Hard drive’s capacity
The first selection criterion coming to my mind is the capacity. Probably the only parameter which is the more the better. Earlier, in the computer literacy books, the capacity of hard drive was viewed as factor that determines possibilities and comfort of using this or that operating system, applications and so forth. Today, it may safely be said that if you are an ordinary user, then buying a hard drive with the capacity that is not sufficient to use popular programs and packages is simply impossible.
The following capacities of hard drives prevail on today’s market: 30 to 40 GB – 18.53%, 60 to 80 GB – 17.39% and 120 GB and more – 18.03%. Installed operating system and necessary program package usually occupy not more than 5% of the total disk space. The rest of the space is usually occupied by various multimedia user data. That is why the proposed above capacity is our criterion. It has to be said that capacity and cost depend nonlinearly and until a certain moment purchasing a device with larger capacity can be economically more reasonable in terms of cost of keeping 1 GB of data. The difference in devices with capacity 40 and 60 GB is just several dollars. Take note of that. Speaking of which, I remember a HDD advertisement campaign where the price per megabyte was emphasized…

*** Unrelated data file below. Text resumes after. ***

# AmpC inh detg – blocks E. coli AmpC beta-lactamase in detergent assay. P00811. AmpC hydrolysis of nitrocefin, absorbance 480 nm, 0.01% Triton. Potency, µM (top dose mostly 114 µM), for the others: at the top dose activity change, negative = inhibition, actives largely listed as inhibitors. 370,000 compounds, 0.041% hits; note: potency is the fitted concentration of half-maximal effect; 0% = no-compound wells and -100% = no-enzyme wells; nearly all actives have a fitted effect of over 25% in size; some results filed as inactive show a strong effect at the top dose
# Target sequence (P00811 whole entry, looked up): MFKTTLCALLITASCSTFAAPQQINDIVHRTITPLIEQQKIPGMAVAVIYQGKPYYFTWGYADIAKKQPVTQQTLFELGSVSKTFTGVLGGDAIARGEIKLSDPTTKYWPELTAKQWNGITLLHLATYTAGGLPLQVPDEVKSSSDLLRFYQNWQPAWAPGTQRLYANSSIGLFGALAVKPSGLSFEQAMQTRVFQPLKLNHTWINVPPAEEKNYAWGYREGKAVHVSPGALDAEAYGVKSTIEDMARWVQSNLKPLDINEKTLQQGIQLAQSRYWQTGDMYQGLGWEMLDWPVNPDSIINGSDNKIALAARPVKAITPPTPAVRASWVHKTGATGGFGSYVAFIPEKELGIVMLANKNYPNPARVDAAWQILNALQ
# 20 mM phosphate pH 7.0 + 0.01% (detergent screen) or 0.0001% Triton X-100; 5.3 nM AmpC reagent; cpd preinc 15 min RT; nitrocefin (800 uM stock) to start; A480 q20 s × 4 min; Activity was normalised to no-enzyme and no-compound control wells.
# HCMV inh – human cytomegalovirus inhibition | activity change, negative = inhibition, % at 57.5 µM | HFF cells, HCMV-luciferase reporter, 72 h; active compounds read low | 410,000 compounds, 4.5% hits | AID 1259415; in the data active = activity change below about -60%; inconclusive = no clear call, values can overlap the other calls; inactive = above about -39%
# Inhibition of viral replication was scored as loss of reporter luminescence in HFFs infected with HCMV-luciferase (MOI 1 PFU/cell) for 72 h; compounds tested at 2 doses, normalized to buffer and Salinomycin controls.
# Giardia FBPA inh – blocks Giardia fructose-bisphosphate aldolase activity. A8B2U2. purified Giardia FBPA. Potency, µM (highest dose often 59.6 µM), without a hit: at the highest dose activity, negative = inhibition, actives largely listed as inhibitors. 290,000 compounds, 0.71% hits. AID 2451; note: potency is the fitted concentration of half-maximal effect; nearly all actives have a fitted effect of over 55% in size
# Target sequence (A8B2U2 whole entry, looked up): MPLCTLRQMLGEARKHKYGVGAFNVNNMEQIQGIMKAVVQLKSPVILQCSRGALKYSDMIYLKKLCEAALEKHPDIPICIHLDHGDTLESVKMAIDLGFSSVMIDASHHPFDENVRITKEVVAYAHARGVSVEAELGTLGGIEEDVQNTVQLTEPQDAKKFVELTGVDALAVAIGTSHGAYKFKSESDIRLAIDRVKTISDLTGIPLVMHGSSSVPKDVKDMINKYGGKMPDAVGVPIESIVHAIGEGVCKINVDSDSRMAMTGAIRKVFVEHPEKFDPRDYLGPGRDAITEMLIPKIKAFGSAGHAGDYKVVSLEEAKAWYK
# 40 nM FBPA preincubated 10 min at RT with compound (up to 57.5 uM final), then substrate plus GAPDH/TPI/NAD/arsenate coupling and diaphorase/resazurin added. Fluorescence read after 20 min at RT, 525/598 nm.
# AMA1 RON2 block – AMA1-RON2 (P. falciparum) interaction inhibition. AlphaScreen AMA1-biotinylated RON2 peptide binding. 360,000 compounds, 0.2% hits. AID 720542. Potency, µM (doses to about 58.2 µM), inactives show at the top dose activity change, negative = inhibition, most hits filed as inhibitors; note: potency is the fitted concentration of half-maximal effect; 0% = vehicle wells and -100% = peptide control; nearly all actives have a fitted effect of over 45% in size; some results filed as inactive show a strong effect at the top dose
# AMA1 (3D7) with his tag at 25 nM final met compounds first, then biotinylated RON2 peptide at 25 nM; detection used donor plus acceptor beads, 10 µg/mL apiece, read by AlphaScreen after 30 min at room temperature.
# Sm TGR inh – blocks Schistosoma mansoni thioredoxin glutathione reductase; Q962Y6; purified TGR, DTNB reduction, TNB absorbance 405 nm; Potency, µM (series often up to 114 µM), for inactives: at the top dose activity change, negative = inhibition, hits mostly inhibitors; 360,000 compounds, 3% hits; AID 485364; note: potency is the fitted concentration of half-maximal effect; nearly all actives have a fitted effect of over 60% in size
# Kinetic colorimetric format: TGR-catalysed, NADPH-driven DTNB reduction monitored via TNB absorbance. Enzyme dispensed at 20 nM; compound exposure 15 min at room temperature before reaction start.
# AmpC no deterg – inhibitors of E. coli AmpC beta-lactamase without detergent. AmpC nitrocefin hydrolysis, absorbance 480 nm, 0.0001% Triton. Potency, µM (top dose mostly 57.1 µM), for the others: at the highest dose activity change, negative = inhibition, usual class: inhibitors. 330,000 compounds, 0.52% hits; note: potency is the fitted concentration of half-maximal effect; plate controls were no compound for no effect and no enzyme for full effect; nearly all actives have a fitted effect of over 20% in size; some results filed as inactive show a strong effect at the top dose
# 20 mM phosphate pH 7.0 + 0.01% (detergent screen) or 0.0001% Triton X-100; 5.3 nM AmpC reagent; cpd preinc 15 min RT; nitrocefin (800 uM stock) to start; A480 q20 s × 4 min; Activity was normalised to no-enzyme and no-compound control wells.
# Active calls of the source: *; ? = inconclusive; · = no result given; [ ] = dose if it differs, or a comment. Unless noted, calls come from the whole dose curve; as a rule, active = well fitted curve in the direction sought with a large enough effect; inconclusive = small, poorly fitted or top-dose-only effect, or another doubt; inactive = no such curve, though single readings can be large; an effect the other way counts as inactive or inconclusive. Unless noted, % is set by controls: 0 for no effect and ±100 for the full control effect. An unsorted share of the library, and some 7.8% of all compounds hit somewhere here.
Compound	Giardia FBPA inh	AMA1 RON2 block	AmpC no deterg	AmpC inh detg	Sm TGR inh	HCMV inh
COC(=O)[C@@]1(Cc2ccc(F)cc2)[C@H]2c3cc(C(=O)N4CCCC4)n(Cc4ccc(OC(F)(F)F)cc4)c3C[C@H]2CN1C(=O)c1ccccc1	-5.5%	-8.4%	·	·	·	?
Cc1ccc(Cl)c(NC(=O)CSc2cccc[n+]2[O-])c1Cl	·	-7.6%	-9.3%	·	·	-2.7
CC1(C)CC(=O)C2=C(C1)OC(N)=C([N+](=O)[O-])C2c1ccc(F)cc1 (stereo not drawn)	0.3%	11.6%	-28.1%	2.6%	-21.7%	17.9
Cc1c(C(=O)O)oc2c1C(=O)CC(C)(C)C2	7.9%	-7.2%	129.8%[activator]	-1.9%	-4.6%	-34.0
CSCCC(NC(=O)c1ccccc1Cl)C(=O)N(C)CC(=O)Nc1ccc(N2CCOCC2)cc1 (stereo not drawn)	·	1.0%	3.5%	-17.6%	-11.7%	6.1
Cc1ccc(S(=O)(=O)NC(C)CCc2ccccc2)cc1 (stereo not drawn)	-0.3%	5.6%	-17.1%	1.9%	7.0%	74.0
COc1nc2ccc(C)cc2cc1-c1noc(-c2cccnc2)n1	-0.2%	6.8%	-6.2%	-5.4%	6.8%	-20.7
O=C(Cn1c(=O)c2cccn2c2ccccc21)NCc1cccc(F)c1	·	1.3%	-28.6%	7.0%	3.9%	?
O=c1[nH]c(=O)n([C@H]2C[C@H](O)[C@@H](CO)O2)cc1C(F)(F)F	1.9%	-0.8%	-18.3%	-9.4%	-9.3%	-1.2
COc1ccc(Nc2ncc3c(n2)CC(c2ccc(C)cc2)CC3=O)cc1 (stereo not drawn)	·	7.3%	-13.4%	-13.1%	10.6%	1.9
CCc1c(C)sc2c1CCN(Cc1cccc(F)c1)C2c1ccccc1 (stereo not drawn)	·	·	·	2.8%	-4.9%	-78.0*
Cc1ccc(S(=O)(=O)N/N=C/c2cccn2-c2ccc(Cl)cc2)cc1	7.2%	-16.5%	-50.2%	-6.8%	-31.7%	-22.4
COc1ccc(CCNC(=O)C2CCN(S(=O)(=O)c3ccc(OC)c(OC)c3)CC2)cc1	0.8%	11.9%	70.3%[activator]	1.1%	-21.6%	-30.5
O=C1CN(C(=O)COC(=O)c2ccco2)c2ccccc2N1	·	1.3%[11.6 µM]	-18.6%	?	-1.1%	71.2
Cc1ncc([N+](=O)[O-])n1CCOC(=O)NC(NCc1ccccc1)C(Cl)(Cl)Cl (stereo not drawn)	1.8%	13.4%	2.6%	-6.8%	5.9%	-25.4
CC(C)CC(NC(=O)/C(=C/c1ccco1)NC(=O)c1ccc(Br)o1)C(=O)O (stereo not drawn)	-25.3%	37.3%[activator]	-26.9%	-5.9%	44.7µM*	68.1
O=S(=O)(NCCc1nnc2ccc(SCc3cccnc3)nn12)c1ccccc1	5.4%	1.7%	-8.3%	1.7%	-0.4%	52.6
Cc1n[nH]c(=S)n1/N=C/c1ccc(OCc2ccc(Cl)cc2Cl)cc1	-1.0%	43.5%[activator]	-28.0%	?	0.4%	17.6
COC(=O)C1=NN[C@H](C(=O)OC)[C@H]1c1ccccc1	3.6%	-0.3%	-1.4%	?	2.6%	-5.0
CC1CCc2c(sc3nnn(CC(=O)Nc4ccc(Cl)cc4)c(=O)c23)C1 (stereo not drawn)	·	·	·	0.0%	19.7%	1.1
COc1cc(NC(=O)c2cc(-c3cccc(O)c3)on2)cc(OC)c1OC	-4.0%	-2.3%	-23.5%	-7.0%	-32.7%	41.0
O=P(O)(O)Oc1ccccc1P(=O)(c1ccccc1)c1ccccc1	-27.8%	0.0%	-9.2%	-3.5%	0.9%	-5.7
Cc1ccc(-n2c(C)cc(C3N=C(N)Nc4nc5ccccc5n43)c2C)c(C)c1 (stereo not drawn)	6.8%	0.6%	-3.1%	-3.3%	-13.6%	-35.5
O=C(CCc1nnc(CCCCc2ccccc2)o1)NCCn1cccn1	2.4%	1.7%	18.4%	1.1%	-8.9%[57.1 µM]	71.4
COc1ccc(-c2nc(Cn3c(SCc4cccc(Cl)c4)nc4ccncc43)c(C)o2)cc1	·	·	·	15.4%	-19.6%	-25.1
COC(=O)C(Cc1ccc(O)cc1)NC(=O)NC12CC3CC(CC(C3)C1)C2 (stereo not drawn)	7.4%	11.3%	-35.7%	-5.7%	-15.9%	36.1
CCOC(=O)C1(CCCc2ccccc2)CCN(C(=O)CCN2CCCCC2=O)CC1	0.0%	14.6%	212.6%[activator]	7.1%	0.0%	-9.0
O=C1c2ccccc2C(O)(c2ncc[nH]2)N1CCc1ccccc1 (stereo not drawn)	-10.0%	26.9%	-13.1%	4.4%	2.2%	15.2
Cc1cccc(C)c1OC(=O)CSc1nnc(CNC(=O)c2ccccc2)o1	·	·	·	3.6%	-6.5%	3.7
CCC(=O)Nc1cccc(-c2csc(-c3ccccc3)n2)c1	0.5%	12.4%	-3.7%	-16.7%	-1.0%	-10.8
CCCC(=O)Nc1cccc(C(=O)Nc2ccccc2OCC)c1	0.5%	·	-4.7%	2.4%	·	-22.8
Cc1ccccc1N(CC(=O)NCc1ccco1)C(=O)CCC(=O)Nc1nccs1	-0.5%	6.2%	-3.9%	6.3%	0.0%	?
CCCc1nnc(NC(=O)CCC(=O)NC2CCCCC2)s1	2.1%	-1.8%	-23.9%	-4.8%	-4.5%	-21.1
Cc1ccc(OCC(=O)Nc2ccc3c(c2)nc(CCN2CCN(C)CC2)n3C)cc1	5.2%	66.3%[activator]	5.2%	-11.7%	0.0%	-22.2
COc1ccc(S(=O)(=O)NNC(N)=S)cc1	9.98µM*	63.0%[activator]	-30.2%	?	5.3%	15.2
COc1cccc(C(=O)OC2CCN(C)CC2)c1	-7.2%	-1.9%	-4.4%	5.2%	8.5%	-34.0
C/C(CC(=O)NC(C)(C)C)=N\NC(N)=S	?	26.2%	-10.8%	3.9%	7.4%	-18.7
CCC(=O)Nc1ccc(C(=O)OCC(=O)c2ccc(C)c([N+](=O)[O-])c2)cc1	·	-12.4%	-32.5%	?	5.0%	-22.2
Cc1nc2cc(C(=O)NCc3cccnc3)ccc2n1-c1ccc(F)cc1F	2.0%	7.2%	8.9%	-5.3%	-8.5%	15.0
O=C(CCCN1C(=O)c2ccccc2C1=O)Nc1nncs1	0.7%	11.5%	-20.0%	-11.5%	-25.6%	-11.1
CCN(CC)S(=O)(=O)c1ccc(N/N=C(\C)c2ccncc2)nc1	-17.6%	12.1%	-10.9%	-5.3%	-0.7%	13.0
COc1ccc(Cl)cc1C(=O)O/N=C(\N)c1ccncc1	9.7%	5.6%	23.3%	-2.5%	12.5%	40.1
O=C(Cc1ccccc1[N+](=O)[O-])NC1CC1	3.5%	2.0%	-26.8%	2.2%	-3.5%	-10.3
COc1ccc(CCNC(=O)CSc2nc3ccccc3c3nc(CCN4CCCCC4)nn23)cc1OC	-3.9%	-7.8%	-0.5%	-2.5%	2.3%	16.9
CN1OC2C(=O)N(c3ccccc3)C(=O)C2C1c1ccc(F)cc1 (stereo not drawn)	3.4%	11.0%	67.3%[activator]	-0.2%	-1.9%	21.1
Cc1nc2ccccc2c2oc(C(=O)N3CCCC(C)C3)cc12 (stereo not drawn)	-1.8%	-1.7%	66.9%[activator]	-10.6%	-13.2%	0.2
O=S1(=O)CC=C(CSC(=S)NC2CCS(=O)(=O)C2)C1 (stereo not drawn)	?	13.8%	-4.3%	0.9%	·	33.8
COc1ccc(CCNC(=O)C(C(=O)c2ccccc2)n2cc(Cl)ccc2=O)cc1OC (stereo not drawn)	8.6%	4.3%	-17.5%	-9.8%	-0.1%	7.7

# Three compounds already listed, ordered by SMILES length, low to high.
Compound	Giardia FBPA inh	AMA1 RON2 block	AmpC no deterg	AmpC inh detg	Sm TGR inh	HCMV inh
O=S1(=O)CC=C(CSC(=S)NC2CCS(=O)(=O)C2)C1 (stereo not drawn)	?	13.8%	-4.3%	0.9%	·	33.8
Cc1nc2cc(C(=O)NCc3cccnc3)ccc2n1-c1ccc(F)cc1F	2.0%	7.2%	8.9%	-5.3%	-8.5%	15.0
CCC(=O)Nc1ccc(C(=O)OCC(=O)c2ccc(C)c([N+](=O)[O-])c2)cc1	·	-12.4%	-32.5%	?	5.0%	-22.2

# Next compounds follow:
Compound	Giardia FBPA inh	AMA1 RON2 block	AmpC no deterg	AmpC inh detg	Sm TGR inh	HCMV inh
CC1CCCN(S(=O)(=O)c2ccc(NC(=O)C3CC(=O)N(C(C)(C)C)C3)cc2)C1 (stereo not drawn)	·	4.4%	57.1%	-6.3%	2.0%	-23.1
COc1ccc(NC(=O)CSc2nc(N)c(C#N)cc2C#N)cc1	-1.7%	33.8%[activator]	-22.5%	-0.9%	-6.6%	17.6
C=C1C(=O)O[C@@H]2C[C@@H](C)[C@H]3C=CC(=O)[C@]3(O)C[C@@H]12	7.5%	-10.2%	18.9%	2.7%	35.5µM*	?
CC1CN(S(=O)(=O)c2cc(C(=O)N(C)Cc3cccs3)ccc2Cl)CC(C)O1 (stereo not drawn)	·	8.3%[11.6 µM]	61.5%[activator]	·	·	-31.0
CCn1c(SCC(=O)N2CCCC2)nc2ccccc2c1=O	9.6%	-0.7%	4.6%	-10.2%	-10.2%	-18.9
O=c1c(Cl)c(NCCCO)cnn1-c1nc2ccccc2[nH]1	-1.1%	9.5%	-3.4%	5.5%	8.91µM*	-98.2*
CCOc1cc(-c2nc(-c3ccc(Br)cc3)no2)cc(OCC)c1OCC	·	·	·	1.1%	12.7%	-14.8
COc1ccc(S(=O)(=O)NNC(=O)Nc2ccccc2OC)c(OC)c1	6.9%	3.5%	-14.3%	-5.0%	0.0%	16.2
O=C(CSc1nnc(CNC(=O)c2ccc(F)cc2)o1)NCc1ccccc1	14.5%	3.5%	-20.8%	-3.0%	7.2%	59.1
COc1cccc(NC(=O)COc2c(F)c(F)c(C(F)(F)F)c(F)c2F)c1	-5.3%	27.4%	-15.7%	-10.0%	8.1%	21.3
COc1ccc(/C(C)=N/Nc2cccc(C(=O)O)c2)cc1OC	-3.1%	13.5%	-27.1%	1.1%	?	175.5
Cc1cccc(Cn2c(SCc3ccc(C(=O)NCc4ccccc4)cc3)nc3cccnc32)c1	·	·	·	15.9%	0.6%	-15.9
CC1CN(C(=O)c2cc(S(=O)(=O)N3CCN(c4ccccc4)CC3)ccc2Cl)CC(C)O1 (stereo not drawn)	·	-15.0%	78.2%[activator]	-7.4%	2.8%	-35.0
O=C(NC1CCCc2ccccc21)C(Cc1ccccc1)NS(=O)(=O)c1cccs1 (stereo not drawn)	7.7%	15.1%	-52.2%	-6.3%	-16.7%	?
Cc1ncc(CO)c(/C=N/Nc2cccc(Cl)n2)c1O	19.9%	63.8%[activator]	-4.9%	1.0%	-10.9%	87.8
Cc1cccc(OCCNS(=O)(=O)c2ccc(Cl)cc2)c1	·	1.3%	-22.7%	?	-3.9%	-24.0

Speaking about gigabytes and megabytes we need to remember that hard drives are subject to… shrinkage! Sooner or later you will find out that the capacity of purchased hard drive displayed by programs does not correspond to the claimed on the packing. Internet content analysis shows that despite an abundant availability of information about the above mentioned fact, unfortunately, many people are still not familiar with it. No, don’t think that this is compression of platters due to high temperature impact :-))) Everything is much more prosaic than it seems: the thing is that on hard drives the capacity is indicated in millions of bytes (corresponds to prefix M) and billions of bytes (prefix G). At the same time, one kilobyte contains 1024 bytes, megabyte equals to 1 048 576 bytes and gigabyte – 1 073 741 824 bytes. The difference lies only here and there is no other factor influencing the capacity of hard drive.
Hard drives with UltraDMA interface